Finding Walt Series: Carousel of Progress

Walt once said, “I only hope that we never lose sight of one thing… that it was all started by a mouse.” However, as Julie Andrews so eloquently rephrases in the finale of Walt Disney: One Man’s Dream, “…we know that it was all started by a man – a man with a dream.” These dreams live on today within each one of the Disney parks. Today, we are going to pull back the curtain on Walt’s influence within Walt Disney’s Carousel of Progress at Walt Disney World.

Soon, you won’t be able to take a single step inside the parks without catching glimpses of Uncle Walt’s inspiration. Afterall, his indelible mark is everywhere… you just have to know where to look!

Carousel of Progress

Carousel of Progress is the oldest attraction in Walt Disney World with immediate connections to Walt Disney. In fact, just as the introduction of the attraction states, it was “Walt’s idea from beginning to end.”

Edison Square

The idea of the carousel stemmed from an idea Walt had to add two new areas to Disneyland: International Street and Edison Square. A unique show would be stationed within Edison Square that would feature the progress of electricity throughout the years. Though this iteration never came to fruition, as you well know by now, Walt Disney Imagineering never lets an idea go to waste!    

1964-65 New York World’s Fair

Later, Walt and his team at WEDway Enterprises (the original Walt Disney Imagineering) was asked by General Electric to create an attraction for the 1964-65 New York World’s Fair. Walt jumped at the opportunity and pitched a revised version of the Edison Square idea. This time around, the attraction would debut a state-of-the-art audio-animatronic family as they were shown living in various decades, all the while highlighting exciting innovations and advances in electricity and technology. General Electric absolutely loved the concept and offered to fund the project and the new technology necessary to bring it to life!

Walt was incredibly involved in the development of Carousel of Progress, from personally paying frequent visits to the production studio to lying down in Uncle Orville’s bathtub to demonstrate to the team precisely how the animatronic should be sprawled out and displayed. He even went as far as to make suggestions regarding who should voice the characters, including Mel Blanc (the voice of Bugs Bunny) for the voice of Uncle Orville.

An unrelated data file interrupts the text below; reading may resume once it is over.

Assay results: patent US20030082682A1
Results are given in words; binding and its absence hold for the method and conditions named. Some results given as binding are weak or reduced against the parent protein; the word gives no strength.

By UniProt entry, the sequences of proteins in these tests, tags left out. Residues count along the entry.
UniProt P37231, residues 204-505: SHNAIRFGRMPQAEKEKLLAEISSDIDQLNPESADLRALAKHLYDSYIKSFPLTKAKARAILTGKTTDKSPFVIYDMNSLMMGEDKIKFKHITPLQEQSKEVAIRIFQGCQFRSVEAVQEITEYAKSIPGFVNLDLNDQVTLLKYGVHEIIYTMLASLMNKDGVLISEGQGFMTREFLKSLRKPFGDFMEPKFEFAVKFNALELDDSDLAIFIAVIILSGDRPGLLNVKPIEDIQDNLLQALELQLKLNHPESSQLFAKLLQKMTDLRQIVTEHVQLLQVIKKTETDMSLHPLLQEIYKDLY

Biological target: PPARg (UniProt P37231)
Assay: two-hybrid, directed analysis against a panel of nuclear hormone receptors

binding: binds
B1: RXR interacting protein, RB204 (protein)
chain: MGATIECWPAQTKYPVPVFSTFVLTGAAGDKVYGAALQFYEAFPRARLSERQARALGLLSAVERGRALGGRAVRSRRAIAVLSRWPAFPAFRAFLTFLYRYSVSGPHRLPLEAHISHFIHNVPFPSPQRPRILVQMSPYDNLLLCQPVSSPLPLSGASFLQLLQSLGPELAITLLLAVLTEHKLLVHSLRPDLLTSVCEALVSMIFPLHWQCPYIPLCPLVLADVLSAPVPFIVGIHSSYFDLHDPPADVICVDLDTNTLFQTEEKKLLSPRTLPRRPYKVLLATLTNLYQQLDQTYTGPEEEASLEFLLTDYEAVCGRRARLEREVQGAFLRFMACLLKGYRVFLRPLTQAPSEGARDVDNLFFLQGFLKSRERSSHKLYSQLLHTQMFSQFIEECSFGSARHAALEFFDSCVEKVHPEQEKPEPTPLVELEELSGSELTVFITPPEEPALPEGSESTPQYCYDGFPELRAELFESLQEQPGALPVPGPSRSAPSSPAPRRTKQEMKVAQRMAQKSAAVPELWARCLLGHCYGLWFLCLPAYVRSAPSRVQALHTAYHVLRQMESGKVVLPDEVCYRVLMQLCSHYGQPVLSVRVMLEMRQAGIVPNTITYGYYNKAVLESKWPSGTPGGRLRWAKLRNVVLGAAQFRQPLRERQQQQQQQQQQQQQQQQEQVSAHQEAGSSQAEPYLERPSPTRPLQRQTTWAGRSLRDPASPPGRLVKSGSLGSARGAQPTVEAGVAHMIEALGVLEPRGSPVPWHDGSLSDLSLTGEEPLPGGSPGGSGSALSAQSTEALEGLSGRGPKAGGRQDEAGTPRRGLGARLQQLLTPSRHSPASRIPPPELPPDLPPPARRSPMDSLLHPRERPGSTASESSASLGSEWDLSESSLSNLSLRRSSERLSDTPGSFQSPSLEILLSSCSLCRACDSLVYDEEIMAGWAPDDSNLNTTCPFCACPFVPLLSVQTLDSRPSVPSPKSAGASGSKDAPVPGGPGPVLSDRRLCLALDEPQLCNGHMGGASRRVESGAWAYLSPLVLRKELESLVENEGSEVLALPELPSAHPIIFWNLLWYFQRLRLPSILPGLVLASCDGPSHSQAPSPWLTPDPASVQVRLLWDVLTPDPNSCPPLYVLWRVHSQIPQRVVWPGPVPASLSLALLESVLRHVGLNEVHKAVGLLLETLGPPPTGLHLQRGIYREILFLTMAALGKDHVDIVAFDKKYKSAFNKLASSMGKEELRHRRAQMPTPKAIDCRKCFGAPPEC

Walt’s Theme

In addition, Walt knew that the attraction would need a snappy theme song that embodied its optimistic spirit. So, he asked songwriters Richard M. Sherman and Robert M. Sherman to fashion a ditty that would serve as a bridge between acts. Walt explained the story to the brothers and from that description and his unbridled enthusiasm, an anthem was born. Later, the Sherman Brothers would claim that the song, “There’s a Great Big Beautiful Tomorrow” was not just the attraction’s theme song, but also “Walt’s theme song” because he was so hopeful and excited about the future and technology itself.

“There’s a great, big, beautiful tomorrow
Shining at the end of every day
There’s a great, big, beautiful tomorrow
And tomorrow’s just a dream away

Man has a dream and that’s the start
He follows his dream with mind and heart
And when it becomes a reality
It’s a dream come true for you and me

So there’s a great, big, beautiful tomorrow
Shining at the end of every day
There’s a great, big, beautiful tomorrow
Just a dream away”

One of the best things that took place throughout the preparation for the World’s Fair was the massive strides the creative team was able to make in the way of audio-animatronics – a skill that would more than come in handy down the line.


Following its wildly successful run at the World’s Fair, Carousel of Progress made its way to Disneyland, where it played until 1974. This version featured an upper level of the Carousel of Progress theater that housed the model of Walt Disney’s futuristic city called Progress City (aka EPCOT).

Walt Disney World

In 1975, it reopened at Walt Disney World in Magic Kingdom (Tomorrowland), with a few minor tweaks to the Disneyland version. You can now see the Progress City model on Tomorrowland’s Transit Authority PeopleMover in Magic Kingdom!

In 1994, it was renamed “Walt Disney’s Carousel of Progress” to pay homage to his love, admiration, influence, and contributions to the attraction.

In Conclusion

Today, guests can experience a short documentary about the attraction before boarding the carousel, featuring the Sherman Brothers and Walt himself. While it is just a brief little backstory of the show’s history, it is always heartwarming to hear Walt’s voice within the parks.

Walt Disney’s Carousel of Progress is the longest-running stage show in American theatre history. Each day, the carousel spins ‘round and ‘round, delighting audiences from all over the world with this “one man’s dream.”  

Of course, this is just one small example of Walt’s imagination run wild. So, next time you’re in the park, be sure to take a look around and you will find… Walt’s “reality” truly is a “dream come true for you and me.”

Do you love Walt Disney’s Carousel of Progress? Which scene is your favorite? Where else can you find Walt in the parks? Be sure to leave a comment below!